The assessment guide provides a detailed list of individuals and organizations to meet with and the information to be gathered in each of these meetings while in country. Programming Assessment The programming assessment is used to gather program and training information for use by both headquarters and post staff. It is used primarily to define the Peace Corps role in the country by gathering information on the following:: • • • • • • The requested need for the Peace Corps; The relationship and fit between the Peace Corps and the host country; Stakeholder support for a Peace Corps program; The existence of viable assignments for PCVs that will help the Peace Corps accomplish its Mission and three core goals; The host governments participation in the overall development of the country; and, The effect of cultural issues on safety and security, health, programming, and training.

The assessment guide provides a detailed list of individuals and organizations to meet with and the information to be gathered in each of these meetings while in country.

17

Appendix IV – 2 Description of the New Country Entry Assessment Safety and Security Assessment The safety and security assessment is to determine if the safety and security conditions in the country are conducive for the Peace Corps program and if there is reasonable certainty that the Peace Corps staff will be able to comply with MS 270. What is this??? The Safety and Security Assessment is designed to identify any restrictions or conditions to placing Volunteers, security issues that need to be addressed prior to Peace Corps entering the country, and local systems/safeguards already are in place that would lend themselves to Volunteer support. This part of the assessment is addresses the following issues: • • • • • • • • • • • • Overview of the current security situation in the country; The current status of any potential threats; Level of crime in the capital/urban settings; Issues related to war or conflict; History and/or potential threat of terrorism; Sectarian violence; Travel: Trafficking (drugs, vehicles, persons, etc.); Security issues for women; Type and dependability of communication systems; Effectiveness of police/military; and, Emergency preparedness and response issues.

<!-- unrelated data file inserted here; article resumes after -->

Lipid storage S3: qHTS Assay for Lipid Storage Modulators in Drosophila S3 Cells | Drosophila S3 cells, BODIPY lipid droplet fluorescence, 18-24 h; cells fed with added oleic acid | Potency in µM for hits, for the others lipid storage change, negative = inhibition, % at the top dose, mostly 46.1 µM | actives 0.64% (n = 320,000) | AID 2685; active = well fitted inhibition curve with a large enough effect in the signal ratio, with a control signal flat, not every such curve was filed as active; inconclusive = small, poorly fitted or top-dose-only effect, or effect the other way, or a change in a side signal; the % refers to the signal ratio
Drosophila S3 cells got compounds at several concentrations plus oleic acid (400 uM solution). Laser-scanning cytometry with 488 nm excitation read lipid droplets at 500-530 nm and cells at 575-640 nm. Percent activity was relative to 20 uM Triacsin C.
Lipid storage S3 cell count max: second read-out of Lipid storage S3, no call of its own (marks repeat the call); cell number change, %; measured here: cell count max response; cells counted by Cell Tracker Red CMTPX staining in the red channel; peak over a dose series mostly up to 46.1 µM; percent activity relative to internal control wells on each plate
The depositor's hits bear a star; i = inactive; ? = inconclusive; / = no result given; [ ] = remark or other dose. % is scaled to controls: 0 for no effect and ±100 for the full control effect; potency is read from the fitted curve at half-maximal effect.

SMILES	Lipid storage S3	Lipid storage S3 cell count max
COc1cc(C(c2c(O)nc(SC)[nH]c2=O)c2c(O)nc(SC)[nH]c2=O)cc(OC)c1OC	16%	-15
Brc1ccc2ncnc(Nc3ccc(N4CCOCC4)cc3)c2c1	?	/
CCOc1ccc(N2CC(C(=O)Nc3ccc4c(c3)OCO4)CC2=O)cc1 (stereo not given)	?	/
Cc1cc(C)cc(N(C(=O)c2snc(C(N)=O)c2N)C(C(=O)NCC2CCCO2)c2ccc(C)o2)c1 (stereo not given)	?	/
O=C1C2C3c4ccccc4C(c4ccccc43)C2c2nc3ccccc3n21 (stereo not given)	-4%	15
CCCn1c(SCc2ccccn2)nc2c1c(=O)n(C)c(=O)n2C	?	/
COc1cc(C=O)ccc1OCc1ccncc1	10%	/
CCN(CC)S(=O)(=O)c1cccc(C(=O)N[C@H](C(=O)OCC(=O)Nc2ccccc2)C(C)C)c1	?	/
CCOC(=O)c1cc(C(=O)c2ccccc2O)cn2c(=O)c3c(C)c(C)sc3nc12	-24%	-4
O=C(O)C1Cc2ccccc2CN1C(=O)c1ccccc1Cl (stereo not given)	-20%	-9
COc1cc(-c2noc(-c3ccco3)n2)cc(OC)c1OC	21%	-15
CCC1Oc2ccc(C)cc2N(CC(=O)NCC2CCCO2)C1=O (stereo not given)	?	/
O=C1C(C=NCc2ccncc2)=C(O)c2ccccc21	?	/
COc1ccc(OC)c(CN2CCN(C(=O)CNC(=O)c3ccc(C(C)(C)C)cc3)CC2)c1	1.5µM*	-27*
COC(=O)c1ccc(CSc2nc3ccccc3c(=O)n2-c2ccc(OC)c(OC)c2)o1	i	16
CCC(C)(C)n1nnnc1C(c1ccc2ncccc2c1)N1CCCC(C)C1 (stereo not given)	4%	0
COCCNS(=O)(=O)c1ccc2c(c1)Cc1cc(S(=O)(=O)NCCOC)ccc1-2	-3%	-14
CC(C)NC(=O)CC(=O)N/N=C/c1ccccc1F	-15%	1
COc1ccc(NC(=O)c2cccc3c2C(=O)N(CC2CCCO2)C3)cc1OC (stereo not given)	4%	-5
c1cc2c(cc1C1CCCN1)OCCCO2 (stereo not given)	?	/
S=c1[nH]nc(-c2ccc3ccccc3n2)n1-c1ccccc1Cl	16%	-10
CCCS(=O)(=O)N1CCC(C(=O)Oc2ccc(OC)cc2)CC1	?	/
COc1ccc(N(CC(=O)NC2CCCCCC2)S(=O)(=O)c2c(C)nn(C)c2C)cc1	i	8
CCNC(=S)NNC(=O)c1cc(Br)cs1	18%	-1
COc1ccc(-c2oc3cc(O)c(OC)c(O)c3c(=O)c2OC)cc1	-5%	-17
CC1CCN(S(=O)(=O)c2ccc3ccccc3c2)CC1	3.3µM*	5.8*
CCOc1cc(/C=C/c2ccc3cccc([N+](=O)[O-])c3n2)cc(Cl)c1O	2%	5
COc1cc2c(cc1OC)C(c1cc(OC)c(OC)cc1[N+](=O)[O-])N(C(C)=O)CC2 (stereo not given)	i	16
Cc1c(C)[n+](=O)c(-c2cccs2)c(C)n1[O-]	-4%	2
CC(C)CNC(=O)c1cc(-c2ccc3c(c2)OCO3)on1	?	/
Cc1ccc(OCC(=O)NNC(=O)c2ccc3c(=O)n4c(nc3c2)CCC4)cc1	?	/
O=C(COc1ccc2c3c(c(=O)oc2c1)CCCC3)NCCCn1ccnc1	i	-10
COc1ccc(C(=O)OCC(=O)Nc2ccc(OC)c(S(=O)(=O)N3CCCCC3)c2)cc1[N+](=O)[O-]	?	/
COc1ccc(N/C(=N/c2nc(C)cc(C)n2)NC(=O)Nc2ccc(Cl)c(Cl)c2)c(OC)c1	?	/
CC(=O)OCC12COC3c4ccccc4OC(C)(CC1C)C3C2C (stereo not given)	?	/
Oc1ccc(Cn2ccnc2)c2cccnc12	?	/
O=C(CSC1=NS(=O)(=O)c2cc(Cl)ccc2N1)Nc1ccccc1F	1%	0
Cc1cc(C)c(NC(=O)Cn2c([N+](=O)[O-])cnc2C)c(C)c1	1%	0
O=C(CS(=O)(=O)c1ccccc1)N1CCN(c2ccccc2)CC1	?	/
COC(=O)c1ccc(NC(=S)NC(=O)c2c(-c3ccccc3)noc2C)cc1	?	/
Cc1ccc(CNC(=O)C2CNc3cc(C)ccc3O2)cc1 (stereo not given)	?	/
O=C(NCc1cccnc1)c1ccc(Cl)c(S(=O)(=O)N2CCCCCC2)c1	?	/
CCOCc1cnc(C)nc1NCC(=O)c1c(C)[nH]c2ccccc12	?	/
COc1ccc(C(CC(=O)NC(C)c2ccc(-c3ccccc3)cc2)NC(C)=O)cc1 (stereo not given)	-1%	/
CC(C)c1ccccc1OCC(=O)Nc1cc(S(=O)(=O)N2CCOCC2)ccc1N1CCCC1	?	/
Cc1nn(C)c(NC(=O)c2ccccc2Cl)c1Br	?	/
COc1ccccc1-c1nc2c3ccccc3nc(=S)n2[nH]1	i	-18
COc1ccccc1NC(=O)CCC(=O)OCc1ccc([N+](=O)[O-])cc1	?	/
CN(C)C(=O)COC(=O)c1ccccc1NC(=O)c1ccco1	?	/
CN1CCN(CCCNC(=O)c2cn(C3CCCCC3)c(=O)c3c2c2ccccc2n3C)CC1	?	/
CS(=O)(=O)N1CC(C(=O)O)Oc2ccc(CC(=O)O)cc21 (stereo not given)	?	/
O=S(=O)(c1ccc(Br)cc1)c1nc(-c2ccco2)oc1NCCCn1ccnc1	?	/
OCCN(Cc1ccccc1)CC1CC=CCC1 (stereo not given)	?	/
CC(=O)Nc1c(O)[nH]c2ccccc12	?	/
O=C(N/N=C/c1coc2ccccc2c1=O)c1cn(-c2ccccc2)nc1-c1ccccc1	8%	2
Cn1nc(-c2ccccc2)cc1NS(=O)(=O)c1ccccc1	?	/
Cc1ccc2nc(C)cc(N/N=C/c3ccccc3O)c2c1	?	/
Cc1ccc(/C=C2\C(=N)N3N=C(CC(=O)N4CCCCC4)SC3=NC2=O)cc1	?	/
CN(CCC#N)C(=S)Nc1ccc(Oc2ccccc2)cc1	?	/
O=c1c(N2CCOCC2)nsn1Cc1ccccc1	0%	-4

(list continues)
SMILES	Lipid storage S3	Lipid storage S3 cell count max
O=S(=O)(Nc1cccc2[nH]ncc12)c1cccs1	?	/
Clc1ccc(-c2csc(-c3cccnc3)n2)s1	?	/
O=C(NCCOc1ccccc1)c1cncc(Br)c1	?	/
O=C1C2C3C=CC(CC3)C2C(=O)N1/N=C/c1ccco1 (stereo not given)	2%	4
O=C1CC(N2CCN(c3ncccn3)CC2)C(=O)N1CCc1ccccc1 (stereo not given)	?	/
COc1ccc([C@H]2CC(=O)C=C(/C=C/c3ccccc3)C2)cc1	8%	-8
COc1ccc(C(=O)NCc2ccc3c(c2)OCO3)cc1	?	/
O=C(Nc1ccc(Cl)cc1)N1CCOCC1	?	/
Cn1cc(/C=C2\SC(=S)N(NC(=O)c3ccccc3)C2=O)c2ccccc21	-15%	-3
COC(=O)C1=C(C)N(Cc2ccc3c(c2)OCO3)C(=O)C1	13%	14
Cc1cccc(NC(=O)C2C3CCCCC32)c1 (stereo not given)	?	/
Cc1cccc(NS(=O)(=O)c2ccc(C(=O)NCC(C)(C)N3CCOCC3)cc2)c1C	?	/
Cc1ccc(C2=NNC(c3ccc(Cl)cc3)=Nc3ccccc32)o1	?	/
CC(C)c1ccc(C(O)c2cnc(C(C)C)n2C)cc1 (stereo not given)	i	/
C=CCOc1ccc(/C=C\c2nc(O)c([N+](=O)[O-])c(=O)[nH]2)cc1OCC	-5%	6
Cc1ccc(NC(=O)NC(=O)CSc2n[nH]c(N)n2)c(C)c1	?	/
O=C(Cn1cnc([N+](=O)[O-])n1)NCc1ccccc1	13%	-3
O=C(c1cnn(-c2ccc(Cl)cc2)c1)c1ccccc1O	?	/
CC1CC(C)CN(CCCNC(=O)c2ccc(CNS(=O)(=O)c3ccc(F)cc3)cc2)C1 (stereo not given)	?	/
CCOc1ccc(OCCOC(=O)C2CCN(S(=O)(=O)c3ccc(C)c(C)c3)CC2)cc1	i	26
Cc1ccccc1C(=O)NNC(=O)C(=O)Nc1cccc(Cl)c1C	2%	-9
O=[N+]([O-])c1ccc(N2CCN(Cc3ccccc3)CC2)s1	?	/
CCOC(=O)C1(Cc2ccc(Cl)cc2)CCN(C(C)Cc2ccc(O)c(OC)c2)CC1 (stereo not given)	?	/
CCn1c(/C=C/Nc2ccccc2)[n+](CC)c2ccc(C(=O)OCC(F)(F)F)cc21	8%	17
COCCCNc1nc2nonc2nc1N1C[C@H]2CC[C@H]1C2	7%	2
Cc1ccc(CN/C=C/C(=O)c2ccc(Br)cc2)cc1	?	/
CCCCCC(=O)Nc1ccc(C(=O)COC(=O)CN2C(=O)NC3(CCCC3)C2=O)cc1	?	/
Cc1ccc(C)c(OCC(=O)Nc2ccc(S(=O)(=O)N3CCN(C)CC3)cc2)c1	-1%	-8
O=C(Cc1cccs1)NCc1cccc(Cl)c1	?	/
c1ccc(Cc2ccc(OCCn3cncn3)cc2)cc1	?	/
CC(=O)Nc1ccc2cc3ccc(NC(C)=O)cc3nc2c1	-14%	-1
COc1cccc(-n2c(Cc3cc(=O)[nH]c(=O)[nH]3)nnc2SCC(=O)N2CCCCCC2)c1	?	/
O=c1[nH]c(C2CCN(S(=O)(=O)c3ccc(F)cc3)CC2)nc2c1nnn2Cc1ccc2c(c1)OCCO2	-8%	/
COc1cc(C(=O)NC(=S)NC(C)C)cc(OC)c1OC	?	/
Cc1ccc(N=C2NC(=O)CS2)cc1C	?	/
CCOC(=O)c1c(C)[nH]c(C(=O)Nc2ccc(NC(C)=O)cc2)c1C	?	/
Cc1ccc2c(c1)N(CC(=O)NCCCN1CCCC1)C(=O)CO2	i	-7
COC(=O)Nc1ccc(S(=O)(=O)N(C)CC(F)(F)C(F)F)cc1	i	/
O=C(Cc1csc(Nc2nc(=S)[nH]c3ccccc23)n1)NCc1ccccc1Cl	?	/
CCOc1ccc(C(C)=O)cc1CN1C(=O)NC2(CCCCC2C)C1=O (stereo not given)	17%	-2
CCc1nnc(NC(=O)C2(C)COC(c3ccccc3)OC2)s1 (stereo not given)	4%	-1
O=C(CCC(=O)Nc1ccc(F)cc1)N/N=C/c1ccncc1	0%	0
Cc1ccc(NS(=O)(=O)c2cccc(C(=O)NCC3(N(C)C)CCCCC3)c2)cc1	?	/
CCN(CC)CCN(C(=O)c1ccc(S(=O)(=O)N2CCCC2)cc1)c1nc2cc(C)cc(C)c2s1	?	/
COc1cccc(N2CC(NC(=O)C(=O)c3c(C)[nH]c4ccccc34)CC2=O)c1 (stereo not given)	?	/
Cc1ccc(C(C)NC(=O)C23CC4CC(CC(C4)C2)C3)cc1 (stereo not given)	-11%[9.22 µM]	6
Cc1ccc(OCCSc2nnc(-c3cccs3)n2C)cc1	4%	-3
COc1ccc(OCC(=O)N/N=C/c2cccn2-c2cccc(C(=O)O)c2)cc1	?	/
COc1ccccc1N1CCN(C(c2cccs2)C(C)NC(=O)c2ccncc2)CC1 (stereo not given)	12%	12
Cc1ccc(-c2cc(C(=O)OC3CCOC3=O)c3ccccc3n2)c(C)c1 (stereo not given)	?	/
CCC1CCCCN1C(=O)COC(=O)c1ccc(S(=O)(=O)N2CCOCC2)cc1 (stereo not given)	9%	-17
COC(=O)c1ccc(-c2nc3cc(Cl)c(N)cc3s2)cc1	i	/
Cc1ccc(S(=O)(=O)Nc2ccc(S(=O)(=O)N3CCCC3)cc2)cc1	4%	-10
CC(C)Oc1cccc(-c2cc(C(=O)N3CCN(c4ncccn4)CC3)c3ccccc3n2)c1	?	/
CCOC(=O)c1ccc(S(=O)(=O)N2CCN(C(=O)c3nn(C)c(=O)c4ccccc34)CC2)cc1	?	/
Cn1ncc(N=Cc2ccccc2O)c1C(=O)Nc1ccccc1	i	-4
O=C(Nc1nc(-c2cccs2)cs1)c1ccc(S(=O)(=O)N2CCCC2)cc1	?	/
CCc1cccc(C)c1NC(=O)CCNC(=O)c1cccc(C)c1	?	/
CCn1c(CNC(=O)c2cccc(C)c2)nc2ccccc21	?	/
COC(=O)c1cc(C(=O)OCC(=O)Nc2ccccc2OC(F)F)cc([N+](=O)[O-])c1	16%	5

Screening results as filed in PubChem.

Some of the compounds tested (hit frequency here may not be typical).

The assessment guide provides a detailed list of individuals and organizations to meet with and the information to be gathered in each of these meetings while in country in order to best address this section of the country assessment. Medical and Health Assessment The medical and health assessment is used to determine if the conditions in the country are conducive for the Peace Corps program to operate and if there is reasonable certainty that the Peace Corps staff will be able to comply with technical guidelines regarding Volunteer medical and health requirements. The medical and health assessment requires the completion of very specific information that is contained in assessment forms for this section. These include: • • An analysis of volunteer health and safety risks, country infrastructure, and volunteer site characteristics; A list of the available healthcare resources for volunteers (e.g., physicians, dentists, labs, hospitals, etc.). This information is used to prepare a list of medical consultants and facilities recommend for use by Volunteers; Recommendations to the Office of Medical Services and the Country Director for needed health resources and staffing for the Peace Corps health unit; Recommendations for volunteer health and safety/risk prevention; and, The preparation of a preliminary medical evacuation plan.

• • •

18

Appendix IV – 3